Hartley Coleridge (1796-1849), the eldest surviving son of the poet S. T. Coleridge, himself tried to earn a living as a writer and teacher, but his own disposition, the result of a difficult upbringing during which his frequently absent father used him as the subject of scientific and psychological research, made it difficult for him to function in the real world, and he relied for much of his life on the charity of friends for both income and home. This 1833 work on the 'lives of distinguished northerns' was originally commissioned by a publisher who subsequently went bankrupt, but the thirteen lives presented here - including Andrew Marvell, Anne Clifford, Richard Arkwright, and James Cook - are described with Coleridge's characteristic warmth. In his introduction, he makes a distinction between biography as part of public history and as personal, local or family history: these sketches definitely fall into the latter category.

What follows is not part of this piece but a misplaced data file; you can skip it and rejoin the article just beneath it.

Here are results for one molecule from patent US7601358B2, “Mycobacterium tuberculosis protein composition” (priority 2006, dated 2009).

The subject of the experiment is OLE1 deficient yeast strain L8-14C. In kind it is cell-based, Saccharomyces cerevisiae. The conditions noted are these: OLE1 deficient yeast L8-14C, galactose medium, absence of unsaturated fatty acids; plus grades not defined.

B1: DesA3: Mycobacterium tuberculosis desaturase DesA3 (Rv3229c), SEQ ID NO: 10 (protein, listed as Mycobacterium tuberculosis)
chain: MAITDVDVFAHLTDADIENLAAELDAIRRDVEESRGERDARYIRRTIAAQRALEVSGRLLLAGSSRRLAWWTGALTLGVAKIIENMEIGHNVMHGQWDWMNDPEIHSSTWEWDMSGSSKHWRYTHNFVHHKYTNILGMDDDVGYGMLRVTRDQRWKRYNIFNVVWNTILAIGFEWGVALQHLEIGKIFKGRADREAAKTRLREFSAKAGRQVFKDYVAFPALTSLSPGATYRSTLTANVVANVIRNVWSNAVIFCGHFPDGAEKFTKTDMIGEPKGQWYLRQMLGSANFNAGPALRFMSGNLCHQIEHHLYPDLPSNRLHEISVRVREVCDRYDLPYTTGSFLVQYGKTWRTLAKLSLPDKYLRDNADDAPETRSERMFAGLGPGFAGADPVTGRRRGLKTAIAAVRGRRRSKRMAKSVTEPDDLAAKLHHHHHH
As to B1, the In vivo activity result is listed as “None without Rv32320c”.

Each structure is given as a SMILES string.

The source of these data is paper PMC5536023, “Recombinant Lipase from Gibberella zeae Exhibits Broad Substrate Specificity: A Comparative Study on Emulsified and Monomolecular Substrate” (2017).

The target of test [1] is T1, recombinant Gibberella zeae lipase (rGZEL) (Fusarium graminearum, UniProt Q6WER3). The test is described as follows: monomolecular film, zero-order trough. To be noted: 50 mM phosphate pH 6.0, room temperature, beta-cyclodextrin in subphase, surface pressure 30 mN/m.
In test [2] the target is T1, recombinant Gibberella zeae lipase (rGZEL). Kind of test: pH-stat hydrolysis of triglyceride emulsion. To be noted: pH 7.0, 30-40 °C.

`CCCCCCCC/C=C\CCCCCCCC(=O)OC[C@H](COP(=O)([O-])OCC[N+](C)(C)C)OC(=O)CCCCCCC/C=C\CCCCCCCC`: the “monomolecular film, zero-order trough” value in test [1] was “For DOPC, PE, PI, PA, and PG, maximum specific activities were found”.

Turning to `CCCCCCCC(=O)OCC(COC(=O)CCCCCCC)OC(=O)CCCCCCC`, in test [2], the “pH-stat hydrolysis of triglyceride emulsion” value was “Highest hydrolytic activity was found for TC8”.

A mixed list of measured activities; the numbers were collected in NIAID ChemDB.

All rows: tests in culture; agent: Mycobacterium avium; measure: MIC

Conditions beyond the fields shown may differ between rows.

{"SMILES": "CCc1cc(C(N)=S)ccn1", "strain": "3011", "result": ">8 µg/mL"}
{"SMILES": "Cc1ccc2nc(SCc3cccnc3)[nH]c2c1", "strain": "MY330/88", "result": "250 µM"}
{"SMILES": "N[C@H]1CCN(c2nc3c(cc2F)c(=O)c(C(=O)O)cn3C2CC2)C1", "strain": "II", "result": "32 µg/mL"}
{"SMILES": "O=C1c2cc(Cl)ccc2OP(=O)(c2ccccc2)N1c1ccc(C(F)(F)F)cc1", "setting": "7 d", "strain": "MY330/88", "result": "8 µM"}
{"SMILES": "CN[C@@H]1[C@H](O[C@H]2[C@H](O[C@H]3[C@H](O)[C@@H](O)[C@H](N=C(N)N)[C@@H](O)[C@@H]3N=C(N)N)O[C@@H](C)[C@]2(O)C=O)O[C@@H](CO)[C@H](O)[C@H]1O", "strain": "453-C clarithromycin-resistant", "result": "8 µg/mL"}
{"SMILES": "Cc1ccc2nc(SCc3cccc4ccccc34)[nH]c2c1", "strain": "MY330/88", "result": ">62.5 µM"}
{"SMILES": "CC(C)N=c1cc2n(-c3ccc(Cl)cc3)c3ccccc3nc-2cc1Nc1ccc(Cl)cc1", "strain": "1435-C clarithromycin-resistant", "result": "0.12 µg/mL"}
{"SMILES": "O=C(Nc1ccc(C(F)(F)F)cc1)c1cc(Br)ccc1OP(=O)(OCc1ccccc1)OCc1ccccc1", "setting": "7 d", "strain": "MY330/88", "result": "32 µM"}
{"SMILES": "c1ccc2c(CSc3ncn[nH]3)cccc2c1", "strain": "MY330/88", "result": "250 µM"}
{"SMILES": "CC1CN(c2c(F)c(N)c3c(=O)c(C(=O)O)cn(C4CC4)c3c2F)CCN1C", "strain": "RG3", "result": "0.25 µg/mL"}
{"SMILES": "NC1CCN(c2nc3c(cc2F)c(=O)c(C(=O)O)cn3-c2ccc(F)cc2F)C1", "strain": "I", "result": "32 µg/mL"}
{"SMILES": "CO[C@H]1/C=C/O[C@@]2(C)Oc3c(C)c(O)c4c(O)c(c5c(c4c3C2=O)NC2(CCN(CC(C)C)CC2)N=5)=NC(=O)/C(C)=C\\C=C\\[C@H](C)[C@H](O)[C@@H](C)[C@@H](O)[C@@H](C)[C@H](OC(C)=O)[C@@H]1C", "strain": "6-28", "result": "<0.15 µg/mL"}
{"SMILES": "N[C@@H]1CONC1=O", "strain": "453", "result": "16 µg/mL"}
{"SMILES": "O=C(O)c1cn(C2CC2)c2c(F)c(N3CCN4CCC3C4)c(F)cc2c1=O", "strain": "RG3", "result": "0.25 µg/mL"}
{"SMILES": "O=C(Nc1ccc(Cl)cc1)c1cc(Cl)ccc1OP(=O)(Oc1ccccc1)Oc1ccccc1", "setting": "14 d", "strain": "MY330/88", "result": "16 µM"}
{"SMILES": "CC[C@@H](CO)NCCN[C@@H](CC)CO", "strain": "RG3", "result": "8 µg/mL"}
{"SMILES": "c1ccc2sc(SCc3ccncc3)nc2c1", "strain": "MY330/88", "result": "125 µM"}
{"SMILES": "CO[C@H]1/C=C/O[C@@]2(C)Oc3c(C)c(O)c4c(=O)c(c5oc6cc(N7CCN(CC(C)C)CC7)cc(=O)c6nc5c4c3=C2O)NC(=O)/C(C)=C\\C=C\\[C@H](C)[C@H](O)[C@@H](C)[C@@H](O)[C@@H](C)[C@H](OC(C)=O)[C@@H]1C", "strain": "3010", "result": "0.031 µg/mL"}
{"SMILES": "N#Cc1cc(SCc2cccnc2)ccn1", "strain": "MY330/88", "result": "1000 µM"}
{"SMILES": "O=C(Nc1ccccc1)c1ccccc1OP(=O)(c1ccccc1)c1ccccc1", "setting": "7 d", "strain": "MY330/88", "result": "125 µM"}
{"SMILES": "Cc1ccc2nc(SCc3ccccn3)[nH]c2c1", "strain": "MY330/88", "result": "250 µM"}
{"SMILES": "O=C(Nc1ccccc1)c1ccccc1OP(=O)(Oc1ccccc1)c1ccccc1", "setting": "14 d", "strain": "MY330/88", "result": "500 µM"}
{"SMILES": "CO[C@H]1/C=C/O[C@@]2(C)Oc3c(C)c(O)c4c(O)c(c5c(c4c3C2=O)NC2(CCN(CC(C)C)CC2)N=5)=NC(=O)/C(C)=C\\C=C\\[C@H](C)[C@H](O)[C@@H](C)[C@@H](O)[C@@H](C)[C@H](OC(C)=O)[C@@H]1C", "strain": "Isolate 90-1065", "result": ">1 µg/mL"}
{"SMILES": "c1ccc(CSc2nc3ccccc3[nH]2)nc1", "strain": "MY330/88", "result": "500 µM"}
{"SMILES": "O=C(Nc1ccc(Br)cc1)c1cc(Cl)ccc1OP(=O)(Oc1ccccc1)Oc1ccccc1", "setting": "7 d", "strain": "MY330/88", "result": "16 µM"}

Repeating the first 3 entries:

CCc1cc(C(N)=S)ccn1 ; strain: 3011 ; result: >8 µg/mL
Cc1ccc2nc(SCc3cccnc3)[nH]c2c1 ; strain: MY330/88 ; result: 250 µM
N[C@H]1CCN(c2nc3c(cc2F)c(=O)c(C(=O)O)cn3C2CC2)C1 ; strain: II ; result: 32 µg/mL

Advertisement; Introductory essay; Andrew Marvell; Richard Bentley; Thomas Lord Fairfax; James, seventh earl of Derby; Lady Anne Clifford; Roger Ascham; John Fisher; Rev. Wiliam Mason; Sir Richard Arkwright; William Roscoe; Captain Cook; William Congreve; Dr John Fothergill.